Many people believe that first-responders and EMS can follow a person's living will or directions from their medical power of attorney, but that is not the case in a typical emergency outside the hospital.
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What is POLST?
The Illinois POLST form helps seriously ill and frail, older people get the medical
treatments they want, and avoid the medical treatments they do not
there is a
serious medical emergency that makes speaking to health
care professionals impossible.
What are the benefits of POLST for me or someone close to me?
POLST encourages people at high risk of a
medical emergency to talk with a health
care professional about what quality of life might be acceptable near the
end of life. The
conversation should include:
Patient’s diagnosis - What disease(s) or medical conditions does the patient have?
Patient’s prognosis - What is likely to happen to the patient over time as the disease or condition changes ?
Treatment options - What treatments are available to the patient? How do they help? What are the side effects?
Goals of care - What is important to the patient? What makes a good quality of life?
Should I complete a POLST form?
After talking, the patient (or in some cases their substitute decision maker)
professional may be able to make informed, shared decisions about what treatments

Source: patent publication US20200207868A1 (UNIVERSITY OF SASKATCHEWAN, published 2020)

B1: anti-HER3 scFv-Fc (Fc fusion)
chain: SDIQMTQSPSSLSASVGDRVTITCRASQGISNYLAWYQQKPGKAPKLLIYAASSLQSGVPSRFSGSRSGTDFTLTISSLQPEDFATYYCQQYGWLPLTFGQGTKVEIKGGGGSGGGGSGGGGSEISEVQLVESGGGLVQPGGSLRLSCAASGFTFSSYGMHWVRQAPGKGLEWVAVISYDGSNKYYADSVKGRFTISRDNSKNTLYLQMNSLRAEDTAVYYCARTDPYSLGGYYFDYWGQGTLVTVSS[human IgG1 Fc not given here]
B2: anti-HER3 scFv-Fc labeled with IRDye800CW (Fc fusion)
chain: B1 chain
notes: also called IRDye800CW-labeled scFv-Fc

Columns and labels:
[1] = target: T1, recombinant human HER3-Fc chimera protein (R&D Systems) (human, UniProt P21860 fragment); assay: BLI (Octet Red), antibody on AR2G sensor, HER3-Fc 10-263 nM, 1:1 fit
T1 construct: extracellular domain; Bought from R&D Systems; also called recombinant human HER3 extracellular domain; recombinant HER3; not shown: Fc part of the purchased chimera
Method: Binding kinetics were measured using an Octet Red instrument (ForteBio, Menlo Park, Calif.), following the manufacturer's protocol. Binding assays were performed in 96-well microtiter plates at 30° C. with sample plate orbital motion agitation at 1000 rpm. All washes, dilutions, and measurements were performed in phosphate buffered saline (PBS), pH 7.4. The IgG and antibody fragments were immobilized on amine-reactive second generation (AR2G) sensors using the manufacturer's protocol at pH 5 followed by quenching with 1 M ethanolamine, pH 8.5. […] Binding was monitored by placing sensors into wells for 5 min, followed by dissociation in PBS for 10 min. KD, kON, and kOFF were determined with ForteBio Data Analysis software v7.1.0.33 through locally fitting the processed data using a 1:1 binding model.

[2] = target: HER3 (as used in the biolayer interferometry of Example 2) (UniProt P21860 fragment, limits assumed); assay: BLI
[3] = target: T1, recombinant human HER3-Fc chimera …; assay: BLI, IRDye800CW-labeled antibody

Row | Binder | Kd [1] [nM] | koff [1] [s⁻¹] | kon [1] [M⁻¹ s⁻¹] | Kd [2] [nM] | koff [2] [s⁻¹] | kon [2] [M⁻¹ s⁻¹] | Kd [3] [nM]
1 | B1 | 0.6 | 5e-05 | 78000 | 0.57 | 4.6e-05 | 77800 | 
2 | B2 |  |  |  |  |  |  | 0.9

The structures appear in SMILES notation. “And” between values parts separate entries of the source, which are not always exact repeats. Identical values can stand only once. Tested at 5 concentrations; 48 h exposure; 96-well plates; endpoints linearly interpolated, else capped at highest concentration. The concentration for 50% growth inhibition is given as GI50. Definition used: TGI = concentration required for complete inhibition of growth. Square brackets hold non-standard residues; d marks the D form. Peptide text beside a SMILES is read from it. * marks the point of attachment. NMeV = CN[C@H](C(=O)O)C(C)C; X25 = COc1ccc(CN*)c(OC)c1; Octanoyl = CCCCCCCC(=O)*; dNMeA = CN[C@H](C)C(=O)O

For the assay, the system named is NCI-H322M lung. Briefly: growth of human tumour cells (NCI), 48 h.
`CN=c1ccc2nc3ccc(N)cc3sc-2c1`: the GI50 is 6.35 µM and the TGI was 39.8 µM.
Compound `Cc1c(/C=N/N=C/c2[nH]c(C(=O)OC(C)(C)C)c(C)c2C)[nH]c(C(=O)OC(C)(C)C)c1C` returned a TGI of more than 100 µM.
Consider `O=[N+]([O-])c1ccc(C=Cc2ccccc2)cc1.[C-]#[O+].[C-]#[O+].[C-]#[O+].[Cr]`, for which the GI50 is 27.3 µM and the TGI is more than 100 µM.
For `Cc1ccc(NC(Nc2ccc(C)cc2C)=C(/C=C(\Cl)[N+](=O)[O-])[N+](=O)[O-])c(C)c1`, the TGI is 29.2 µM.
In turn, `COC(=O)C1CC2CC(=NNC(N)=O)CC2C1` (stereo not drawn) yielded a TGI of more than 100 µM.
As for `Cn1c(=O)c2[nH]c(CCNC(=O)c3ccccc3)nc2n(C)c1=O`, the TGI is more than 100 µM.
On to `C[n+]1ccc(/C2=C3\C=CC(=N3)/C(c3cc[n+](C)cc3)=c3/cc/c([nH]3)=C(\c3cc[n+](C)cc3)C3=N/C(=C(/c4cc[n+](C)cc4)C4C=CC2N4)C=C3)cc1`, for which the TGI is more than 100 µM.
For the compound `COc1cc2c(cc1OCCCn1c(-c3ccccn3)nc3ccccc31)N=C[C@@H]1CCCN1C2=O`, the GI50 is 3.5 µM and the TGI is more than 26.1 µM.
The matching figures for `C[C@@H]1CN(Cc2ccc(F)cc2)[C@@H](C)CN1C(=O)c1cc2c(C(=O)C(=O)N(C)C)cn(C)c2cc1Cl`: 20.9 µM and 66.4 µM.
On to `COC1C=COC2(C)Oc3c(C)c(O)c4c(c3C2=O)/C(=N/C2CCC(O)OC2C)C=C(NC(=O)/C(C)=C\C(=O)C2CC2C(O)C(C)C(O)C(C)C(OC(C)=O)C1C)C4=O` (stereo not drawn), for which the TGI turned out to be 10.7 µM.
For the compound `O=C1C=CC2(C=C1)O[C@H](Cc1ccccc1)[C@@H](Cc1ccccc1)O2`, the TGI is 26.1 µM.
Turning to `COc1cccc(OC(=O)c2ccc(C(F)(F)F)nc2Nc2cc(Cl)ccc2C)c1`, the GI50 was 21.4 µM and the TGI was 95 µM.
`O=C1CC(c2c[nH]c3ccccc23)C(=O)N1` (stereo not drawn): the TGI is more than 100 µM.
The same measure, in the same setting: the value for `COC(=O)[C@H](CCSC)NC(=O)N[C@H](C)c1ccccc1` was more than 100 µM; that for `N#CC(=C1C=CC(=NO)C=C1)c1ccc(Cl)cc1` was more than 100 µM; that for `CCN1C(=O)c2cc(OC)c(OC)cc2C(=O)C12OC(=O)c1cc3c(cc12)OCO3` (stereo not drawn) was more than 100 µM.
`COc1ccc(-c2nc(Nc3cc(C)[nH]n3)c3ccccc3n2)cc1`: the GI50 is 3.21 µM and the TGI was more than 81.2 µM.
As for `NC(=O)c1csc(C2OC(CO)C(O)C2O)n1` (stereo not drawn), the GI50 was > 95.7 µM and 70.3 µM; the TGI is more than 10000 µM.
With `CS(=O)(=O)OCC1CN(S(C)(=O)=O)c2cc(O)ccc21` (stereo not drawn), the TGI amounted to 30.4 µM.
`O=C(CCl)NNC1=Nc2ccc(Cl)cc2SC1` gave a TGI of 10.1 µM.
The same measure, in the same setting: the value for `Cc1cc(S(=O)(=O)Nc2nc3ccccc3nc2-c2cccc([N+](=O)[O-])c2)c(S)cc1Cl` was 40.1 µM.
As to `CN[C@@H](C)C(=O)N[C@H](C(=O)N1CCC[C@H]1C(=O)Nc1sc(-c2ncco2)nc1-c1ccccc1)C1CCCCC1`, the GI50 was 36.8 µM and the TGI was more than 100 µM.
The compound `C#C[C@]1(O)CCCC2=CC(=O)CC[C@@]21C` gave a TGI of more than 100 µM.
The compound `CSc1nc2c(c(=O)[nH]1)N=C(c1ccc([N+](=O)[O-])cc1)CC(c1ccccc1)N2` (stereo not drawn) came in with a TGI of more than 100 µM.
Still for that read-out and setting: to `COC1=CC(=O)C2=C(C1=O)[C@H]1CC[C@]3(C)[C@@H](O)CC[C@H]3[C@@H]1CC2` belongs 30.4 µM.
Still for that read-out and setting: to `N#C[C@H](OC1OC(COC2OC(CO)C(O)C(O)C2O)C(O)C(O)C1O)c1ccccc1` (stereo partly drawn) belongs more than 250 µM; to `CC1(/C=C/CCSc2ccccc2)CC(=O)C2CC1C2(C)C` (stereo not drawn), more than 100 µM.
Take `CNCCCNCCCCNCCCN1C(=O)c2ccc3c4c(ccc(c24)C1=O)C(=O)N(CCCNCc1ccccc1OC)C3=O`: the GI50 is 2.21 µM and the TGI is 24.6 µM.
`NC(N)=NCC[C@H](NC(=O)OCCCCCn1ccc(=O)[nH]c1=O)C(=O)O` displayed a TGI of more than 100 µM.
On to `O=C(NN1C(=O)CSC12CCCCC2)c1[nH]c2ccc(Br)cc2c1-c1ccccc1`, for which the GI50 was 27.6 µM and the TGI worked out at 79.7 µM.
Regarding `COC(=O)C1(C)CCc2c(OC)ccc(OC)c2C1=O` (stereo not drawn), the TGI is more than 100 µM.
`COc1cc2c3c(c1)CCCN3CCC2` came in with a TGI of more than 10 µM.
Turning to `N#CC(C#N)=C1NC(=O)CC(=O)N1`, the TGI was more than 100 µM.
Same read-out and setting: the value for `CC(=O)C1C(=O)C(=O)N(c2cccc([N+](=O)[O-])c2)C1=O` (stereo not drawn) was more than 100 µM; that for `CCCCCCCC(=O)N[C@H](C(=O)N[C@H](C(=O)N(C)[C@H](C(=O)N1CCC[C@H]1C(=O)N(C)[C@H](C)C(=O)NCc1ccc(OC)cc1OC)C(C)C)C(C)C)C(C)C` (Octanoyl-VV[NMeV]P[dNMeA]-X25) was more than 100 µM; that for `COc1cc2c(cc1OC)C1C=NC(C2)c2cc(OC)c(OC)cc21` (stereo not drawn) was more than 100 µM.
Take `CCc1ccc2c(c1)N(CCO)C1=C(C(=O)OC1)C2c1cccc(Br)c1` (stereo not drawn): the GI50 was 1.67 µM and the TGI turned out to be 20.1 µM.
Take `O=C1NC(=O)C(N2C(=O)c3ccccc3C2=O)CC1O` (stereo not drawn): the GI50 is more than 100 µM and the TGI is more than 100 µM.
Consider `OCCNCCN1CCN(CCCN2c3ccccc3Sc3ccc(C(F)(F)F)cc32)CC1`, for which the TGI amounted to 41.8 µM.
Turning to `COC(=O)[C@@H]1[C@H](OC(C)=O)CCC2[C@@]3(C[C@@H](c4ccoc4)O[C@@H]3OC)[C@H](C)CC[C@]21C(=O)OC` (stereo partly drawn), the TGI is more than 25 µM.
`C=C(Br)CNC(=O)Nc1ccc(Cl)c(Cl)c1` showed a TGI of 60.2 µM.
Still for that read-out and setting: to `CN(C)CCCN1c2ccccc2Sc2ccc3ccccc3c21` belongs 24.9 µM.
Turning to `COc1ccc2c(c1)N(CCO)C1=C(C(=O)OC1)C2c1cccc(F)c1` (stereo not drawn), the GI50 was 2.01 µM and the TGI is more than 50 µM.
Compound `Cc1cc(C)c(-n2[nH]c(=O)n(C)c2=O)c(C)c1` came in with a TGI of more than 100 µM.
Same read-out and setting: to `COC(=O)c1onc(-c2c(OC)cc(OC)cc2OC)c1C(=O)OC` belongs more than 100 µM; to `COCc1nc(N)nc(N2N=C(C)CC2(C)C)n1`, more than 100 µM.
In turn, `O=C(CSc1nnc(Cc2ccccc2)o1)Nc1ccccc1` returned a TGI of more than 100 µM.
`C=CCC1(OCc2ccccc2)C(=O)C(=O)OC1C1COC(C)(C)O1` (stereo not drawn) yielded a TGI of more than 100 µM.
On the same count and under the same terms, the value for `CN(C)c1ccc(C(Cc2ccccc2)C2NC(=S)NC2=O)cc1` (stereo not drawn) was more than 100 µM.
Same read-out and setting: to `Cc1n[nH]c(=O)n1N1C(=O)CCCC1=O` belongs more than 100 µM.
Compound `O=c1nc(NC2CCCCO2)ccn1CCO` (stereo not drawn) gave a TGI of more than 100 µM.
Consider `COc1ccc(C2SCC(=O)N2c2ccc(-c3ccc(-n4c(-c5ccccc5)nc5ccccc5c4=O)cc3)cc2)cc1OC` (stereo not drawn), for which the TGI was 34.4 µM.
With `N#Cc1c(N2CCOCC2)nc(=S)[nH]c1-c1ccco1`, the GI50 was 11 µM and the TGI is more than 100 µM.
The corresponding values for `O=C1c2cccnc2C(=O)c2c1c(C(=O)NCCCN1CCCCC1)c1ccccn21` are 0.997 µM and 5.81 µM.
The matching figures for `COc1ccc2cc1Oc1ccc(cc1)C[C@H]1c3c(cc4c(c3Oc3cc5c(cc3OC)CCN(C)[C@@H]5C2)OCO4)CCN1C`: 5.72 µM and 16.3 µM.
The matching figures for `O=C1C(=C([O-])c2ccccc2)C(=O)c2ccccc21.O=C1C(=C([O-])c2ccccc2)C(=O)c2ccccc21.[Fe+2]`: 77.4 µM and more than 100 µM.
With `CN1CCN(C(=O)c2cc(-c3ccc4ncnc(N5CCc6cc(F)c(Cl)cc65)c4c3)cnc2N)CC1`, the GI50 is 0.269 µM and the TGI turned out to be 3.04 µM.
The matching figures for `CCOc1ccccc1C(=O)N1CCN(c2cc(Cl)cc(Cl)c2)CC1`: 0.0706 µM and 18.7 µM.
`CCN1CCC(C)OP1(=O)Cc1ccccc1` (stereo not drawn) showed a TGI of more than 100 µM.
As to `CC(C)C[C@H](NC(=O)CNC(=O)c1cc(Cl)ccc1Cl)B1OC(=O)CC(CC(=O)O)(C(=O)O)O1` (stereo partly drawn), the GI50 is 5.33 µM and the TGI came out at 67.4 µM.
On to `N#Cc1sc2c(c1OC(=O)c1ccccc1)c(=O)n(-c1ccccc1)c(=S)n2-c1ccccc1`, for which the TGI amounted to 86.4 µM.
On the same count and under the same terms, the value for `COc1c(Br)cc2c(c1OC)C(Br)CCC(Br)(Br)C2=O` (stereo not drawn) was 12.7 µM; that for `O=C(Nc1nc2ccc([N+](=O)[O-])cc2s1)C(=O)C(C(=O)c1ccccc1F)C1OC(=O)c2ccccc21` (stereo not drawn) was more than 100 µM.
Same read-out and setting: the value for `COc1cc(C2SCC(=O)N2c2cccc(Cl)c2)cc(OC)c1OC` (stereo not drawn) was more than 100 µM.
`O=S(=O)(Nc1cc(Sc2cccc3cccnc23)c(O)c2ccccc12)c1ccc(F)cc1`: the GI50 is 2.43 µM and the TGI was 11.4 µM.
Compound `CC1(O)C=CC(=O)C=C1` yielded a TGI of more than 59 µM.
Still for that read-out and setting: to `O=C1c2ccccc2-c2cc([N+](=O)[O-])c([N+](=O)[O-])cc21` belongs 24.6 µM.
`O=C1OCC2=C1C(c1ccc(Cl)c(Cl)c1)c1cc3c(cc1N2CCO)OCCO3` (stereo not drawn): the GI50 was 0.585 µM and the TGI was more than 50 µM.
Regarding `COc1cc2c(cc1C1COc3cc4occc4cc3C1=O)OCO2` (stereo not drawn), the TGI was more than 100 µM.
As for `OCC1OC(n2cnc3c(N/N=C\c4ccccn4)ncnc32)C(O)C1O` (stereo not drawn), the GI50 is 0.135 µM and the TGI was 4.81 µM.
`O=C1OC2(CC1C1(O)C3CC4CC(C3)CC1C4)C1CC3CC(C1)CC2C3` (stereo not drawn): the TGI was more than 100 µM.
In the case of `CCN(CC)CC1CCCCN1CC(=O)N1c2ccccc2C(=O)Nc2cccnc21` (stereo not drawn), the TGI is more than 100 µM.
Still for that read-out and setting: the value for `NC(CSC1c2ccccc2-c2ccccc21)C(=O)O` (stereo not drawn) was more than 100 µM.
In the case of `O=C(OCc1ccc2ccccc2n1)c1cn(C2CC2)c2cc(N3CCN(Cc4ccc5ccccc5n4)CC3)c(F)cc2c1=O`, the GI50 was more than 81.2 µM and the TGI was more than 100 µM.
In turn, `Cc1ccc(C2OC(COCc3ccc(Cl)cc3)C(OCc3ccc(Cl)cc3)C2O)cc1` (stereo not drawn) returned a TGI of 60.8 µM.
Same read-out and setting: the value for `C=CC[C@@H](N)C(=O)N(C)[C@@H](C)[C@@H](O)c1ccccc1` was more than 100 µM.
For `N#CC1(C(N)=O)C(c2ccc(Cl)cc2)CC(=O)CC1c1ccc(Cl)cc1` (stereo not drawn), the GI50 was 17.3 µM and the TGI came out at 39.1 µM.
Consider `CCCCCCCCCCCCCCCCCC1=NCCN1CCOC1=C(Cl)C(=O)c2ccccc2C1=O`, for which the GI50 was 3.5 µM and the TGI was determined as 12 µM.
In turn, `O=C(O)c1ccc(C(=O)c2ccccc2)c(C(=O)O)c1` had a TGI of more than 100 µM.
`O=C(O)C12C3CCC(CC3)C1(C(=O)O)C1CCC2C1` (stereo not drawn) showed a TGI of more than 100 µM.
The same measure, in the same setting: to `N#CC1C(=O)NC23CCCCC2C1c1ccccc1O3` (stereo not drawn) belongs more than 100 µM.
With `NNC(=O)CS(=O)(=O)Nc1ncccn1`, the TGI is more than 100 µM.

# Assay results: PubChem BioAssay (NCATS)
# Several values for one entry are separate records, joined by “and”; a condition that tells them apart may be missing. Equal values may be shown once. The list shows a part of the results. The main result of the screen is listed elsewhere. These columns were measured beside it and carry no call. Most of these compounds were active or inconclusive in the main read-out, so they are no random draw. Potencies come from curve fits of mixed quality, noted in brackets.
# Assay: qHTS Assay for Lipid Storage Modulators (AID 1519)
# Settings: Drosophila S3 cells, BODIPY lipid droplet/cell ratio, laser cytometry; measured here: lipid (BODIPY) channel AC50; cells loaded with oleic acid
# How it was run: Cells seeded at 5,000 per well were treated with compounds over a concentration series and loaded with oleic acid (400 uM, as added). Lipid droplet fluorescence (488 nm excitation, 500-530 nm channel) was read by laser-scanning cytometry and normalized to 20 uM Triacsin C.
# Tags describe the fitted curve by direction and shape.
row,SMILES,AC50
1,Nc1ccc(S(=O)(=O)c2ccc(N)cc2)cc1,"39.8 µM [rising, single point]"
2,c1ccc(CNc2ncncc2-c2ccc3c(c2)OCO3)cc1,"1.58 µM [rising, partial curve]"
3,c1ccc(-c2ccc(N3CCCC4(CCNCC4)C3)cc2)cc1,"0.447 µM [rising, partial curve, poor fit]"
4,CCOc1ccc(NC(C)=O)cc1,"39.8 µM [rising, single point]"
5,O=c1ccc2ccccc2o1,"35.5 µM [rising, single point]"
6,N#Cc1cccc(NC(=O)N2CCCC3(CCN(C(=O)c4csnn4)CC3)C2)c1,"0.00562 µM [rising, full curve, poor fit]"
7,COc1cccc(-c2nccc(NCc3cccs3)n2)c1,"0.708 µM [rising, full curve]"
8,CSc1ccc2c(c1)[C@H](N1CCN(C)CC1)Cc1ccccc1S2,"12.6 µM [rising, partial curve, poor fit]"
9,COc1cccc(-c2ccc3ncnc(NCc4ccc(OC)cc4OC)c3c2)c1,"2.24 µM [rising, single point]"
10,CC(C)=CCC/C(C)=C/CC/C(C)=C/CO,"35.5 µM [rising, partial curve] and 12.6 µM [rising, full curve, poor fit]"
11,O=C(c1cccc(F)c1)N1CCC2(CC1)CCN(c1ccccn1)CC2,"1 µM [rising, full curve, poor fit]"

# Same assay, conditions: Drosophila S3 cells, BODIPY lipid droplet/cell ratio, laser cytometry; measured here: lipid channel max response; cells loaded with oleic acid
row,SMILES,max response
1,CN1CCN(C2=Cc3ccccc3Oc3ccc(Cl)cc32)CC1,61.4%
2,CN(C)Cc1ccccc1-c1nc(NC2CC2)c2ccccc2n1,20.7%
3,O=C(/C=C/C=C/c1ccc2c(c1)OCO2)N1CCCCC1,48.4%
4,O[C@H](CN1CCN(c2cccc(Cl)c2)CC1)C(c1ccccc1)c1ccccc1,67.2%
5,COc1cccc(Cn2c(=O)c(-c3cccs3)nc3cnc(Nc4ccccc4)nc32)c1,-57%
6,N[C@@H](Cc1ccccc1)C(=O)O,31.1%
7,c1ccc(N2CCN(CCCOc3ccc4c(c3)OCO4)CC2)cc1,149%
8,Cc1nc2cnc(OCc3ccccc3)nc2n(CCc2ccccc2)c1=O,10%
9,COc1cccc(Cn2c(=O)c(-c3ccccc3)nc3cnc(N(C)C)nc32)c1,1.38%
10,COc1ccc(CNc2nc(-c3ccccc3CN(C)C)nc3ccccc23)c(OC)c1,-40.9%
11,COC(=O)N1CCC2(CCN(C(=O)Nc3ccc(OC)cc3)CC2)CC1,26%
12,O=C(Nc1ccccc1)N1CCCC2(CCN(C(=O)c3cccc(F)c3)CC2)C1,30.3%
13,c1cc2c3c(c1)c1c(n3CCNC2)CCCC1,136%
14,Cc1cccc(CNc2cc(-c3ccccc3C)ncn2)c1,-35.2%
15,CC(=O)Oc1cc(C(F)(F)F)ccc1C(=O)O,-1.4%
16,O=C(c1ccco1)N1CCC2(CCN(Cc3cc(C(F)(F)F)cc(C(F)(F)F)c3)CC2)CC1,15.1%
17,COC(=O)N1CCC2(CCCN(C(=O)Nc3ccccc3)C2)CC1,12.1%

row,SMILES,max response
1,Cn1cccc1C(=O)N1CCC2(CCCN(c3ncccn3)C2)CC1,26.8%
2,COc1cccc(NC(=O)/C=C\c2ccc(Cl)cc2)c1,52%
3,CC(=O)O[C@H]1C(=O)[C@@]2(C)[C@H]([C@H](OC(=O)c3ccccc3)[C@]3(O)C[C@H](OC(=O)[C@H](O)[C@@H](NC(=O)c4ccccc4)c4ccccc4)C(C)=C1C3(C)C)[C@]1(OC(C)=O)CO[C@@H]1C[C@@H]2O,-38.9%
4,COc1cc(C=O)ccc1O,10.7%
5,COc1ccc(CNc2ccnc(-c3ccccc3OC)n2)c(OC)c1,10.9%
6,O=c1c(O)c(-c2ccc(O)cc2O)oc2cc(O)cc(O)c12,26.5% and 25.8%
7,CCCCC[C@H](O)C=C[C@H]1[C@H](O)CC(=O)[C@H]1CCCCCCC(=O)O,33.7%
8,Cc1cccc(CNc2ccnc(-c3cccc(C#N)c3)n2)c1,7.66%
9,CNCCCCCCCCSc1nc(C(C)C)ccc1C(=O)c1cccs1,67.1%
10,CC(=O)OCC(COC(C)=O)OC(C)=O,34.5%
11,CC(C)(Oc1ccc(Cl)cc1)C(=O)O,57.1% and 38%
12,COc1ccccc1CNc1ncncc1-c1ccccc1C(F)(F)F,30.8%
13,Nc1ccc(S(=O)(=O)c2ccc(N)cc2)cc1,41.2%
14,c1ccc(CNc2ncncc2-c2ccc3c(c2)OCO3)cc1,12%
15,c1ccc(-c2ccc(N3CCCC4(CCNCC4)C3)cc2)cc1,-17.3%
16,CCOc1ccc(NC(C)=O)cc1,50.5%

the patient wants, or does
not want, and put them on a POLST form.
A POLST form is a “portable medical order” which means that emergency personnel can follow the patient’s wishes during a medical emergency outside the hospital.
A POLST form is different from an advance directive. Even when the patient has written down or told a family member what he/she wants, if the patient has a medical emergency, emer gency personnel will do everything possible to try to save the patient’s life, including CPR & putting the patient on a breathing machine.
Download the POLST Form
The POLST form is
available in English and Spanish. To ensure emergency personnel can understand and follow the orders, it is
recommended that the POLST form be presented in English.
The Spanish version of the form is helpful for educational
When a person has a serious illness or is older and frail, the future of their health can be uncertain. These patients can’t plan for everything that might happen, but they can share
what is important to them with people who matter most in their lives. Most importantly, they can choose a substitute decision maker (also known as a health care agent, power of attorney for health care, or health care proxy).
A substitute decision maker is the person who speaks on behalf of the patient if they can’t make their own health care decisions because they are unable to speak due to an accident or illness.
A patient’s substitute decision maker would advocate for them if there was a medical emergency and doctors needed to know what the patient would want them to do or what to avoid doing.
All people over the age of 18 should choose a substitute decision maker even if they are not sick.
If you do not choose your own substitute decision maker, your health care team will identify one for you.